Q&A: Fuel tanker strikes
- 13 April 2012
- From the section UK
The fuel tanker drivers' dispute could be over after the Unite union agreed to put a deal to its members. Earlier this month there were chaotic scenes at petrol stations after the government advised drivers to top up fuel tanks. So what is going on?
What is the dispute about?
The trade union Unite says the strike ballot is about safety standards and terms and conditions. The union says the industry is too "fragmented" and wants a "national forum" which would hold the employers to account over conditions. It claims some workers have had their contracts repeatedly renegotiated and some have had six different pension providers in 10 years. Unite also says shorter delivery deadlines have created a "turn and burn" culture. Unite insist the dispute is not about pay.
How many drivers are affected?
Unite represents 2,062 tanker drivers, representing 90% of drivers supplying to forecourts.
When could a strike be called?
No strike dates have been set, and Unite would have to give seven days' notice before any action.
How many petrol stations will be affected?
The seven companies involved - Wincanton, DHL, BP, Hoyer, J W Suckling, Norbert Dentressangle and Turners - are responsible for supplying 90% of the UK's 8,706 petrol stations. They also supply the country's airports. Workers at DHL and JW Suckling voted against strike action but backed action short of a strike.
What contingency plans are in place?
There are plans to put military personnel through an eight-day training course to enable them to take the place of striking drivers behind the wheel of commercial tankers. More than 80 "highly qualified" drivers from the Royal Air Force have been training with one oil haulage firm.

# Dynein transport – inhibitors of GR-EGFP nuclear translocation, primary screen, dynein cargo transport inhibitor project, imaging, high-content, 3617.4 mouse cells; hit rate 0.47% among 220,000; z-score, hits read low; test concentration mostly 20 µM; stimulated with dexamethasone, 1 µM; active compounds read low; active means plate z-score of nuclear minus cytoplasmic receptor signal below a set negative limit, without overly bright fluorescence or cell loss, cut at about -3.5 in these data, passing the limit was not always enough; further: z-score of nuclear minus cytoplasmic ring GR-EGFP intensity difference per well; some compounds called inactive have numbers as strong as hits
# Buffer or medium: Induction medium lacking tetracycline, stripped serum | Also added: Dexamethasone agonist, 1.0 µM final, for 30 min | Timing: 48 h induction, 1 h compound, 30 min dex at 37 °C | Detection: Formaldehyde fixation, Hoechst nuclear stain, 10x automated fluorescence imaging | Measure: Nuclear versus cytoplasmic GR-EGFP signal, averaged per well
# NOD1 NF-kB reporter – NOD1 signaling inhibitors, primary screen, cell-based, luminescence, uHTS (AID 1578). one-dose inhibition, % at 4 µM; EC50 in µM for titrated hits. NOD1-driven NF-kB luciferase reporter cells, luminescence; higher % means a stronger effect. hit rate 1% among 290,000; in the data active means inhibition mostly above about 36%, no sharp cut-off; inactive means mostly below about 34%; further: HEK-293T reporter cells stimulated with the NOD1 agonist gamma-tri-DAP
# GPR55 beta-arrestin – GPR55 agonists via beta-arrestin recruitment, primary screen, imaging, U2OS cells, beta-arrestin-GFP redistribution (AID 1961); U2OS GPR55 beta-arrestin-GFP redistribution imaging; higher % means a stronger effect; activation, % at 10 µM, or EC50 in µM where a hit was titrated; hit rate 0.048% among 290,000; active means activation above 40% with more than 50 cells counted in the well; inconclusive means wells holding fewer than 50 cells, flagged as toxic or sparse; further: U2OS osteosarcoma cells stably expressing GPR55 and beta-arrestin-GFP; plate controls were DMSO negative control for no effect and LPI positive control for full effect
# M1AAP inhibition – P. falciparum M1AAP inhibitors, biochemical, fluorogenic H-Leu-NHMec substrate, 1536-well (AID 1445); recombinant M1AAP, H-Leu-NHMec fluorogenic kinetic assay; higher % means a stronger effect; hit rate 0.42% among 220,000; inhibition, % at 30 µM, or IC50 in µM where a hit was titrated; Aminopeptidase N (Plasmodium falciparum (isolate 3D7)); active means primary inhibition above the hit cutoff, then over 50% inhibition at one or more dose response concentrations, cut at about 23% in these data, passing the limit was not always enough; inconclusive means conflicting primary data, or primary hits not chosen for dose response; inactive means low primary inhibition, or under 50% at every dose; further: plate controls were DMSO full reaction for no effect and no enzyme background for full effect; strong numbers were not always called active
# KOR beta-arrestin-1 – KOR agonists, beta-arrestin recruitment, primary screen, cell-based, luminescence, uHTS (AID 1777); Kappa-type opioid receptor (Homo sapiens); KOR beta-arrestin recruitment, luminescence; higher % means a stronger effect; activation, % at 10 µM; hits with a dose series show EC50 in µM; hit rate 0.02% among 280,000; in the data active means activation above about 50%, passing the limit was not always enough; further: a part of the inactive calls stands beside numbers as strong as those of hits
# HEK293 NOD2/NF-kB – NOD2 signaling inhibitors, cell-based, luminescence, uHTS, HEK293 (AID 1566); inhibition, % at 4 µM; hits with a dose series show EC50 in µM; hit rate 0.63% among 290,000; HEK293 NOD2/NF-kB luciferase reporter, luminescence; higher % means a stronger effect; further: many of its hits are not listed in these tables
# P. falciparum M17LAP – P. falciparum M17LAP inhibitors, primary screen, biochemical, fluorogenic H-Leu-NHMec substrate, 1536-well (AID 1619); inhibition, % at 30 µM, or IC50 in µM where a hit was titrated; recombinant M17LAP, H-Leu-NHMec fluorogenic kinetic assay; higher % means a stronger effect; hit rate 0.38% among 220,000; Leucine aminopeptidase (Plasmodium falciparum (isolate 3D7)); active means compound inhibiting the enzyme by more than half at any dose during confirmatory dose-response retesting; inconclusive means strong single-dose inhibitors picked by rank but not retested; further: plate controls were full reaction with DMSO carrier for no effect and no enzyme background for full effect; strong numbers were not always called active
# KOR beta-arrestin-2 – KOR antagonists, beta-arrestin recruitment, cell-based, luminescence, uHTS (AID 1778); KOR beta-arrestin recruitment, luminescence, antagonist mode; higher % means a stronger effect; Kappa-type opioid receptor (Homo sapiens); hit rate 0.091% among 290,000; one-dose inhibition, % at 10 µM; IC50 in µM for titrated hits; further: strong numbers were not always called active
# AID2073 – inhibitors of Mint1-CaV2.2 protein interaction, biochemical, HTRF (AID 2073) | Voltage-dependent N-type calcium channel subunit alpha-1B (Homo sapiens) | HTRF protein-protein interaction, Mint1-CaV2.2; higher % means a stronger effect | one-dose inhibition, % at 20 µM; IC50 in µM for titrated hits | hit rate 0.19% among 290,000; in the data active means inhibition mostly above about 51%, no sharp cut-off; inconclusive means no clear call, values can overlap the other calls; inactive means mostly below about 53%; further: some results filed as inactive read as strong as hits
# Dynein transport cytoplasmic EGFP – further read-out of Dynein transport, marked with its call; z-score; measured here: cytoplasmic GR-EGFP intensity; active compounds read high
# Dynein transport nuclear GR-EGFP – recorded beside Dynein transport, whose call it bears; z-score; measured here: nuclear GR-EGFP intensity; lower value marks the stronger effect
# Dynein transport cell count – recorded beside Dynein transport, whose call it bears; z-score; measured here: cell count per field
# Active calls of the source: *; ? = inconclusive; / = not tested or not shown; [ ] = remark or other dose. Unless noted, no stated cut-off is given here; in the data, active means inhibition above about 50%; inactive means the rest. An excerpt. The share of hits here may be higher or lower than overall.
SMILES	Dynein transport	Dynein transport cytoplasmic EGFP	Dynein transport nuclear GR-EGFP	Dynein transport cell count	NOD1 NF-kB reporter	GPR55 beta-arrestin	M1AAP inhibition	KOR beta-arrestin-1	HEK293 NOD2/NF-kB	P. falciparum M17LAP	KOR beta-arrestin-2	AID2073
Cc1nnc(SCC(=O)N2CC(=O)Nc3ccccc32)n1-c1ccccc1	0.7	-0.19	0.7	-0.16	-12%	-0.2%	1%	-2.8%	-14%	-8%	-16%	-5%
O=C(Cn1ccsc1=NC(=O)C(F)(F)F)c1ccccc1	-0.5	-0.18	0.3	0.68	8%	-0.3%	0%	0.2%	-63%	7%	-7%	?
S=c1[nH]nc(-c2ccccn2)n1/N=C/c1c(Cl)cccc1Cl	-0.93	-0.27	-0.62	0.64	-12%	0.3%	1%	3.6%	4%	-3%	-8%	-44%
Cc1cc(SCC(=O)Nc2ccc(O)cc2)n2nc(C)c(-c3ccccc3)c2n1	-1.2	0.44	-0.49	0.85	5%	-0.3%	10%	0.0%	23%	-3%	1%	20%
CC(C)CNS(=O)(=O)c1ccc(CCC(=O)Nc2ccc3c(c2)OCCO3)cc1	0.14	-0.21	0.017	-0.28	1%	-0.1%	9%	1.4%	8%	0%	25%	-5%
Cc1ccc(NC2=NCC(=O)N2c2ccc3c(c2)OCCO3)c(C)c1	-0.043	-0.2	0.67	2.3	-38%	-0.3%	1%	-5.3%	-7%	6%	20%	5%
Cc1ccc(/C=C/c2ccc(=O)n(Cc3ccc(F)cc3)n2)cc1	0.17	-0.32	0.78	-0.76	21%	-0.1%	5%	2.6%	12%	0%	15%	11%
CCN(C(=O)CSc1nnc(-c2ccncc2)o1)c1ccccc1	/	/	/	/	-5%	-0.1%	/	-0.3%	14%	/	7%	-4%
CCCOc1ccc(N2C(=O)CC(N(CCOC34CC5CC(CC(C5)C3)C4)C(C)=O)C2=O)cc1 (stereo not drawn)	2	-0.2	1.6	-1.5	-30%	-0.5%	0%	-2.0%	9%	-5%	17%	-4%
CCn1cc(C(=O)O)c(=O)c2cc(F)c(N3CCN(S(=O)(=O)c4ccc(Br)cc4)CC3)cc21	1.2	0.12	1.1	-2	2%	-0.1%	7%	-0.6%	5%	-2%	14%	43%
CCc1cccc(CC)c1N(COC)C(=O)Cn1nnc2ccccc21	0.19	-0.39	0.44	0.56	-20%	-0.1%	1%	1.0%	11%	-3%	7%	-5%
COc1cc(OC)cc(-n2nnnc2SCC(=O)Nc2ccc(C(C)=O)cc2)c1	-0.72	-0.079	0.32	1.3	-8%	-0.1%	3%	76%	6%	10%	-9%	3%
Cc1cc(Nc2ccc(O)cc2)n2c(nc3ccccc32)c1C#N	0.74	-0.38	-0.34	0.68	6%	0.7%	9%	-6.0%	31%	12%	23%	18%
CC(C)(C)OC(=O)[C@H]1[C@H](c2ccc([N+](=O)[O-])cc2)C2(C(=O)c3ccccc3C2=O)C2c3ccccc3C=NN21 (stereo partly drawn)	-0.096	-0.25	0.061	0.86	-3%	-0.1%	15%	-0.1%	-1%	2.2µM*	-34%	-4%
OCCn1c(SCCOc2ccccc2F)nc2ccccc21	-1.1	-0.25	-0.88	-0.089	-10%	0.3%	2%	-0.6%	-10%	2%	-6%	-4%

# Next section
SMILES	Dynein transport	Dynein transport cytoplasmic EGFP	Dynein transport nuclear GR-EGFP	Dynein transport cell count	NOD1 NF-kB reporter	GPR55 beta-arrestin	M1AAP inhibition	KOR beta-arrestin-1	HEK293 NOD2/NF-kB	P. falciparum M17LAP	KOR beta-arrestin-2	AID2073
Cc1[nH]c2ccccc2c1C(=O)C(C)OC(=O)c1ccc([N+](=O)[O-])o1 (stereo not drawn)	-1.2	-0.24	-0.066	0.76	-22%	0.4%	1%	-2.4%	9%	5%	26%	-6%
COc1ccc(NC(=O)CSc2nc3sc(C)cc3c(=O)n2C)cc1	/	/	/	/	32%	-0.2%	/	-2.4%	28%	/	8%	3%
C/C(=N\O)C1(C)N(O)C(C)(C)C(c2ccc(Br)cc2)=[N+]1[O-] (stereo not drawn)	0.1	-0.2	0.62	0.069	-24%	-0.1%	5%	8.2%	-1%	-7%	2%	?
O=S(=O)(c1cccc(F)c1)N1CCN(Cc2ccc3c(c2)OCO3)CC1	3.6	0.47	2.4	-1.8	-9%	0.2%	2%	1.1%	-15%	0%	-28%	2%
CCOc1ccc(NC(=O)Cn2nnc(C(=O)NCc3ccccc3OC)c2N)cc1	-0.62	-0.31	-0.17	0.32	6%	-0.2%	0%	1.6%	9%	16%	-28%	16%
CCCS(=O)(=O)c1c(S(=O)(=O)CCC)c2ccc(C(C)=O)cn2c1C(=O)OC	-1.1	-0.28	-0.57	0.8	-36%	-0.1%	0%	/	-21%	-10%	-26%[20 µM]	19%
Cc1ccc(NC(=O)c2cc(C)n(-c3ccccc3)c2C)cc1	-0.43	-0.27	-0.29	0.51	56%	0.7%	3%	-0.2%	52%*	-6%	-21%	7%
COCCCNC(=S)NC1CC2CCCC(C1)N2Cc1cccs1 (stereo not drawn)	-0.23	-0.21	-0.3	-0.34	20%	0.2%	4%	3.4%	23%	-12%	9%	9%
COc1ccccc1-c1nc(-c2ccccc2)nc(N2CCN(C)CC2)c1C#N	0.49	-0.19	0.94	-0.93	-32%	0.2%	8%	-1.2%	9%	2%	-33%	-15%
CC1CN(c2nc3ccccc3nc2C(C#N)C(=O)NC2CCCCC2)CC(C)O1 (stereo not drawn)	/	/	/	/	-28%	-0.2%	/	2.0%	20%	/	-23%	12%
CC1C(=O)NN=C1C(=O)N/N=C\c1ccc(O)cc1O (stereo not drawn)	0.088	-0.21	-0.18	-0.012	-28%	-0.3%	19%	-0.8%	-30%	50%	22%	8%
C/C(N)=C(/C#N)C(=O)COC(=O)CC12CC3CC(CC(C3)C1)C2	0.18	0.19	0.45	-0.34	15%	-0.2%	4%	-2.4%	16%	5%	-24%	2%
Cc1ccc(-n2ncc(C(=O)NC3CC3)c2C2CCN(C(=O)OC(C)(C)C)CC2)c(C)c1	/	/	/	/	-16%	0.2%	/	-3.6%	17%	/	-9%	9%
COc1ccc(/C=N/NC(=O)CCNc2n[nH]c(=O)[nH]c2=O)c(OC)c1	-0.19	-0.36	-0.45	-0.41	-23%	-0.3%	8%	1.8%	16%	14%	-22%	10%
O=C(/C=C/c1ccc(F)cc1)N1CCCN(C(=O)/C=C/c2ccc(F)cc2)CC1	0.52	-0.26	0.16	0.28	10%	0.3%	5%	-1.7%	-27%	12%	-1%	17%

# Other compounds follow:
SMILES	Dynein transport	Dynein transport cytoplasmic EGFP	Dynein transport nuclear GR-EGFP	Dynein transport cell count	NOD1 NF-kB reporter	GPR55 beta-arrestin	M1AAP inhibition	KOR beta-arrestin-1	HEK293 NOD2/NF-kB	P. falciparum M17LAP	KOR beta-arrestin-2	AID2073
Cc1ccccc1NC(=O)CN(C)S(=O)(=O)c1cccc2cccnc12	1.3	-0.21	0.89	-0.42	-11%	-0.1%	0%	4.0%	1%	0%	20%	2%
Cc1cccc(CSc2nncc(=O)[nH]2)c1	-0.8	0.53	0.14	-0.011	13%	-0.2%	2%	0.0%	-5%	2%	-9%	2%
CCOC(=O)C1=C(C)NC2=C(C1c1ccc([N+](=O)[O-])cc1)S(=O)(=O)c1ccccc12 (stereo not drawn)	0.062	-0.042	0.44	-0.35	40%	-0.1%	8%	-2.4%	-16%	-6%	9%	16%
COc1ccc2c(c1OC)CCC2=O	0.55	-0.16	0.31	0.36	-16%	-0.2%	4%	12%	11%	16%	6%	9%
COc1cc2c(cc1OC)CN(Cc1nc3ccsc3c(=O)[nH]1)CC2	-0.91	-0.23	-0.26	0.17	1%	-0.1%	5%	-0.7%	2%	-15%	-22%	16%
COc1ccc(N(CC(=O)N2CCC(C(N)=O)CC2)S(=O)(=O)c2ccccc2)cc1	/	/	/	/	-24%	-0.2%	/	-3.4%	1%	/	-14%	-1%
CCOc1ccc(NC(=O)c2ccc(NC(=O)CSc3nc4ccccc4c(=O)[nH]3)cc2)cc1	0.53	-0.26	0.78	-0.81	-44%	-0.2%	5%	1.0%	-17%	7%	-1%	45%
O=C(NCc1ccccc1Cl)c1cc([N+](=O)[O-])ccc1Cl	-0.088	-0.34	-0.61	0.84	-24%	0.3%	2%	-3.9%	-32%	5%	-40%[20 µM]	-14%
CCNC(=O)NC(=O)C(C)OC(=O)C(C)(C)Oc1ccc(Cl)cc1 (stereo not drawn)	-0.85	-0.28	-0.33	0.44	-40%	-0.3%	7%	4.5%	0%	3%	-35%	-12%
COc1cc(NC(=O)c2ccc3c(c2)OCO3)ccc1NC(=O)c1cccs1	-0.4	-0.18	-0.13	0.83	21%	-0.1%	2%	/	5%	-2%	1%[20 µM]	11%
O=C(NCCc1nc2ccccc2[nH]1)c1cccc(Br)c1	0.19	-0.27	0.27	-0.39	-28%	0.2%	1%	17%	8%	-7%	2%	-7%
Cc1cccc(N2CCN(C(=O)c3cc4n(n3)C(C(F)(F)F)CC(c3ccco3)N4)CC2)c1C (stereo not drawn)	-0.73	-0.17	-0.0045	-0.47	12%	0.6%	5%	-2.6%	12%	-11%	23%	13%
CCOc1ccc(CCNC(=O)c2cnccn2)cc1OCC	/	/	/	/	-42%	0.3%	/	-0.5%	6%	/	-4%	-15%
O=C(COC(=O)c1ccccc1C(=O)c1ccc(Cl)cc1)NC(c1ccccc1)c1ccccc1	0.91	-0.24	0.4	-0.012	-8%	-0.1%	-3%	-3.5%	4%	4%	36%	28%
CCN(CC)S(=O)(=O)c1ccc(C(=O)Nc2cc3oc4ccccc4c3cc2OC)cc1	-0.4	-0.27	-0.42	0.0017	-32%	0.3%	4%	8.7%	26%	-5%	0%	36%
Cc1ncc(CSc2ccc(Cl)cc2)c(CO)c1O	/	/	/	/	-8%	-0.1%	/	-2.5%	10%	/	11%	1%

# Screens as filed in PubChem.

Who would get priority if fuel starts to run out?
Unite has said it is "committed to ensuring that all emergency services are not affected by action".
How much fuel can legally be stored in a domestic garage?
The HSE gives the limit as a maximum of two suitable metal containers of 10 litres and two plastic containers of an approved design, each having a maximum capacity of five litres - this is little more than a third of an average tank. The Fire Brigades Union warned fuel should never be stored inside the home.
What do the employers say about the dispute?
There is no umbrella body representing the employers but Wincanton issued a statement saying: "We are committed to an open dialogue with our drivers and Unite with a view to avoiding strike action and potential disruption to both forecourts and the general public." It also said: "A sector-wide collective arrangement for pay, working hours etc is both impractical and inappropriate, due to the differing types of operations, varying customer requirements and diversity of locations and geographies."
What happens next?
A deal between the Unite union and officials from six distribution firms has been tabled following lengthy talks at the conciliation service Acas. The union will put a "document" to its members next week, with the outlined deal then being discussed by about 60 union representatives. They could still reject the proposals or ask for changes. They could still decide to strike.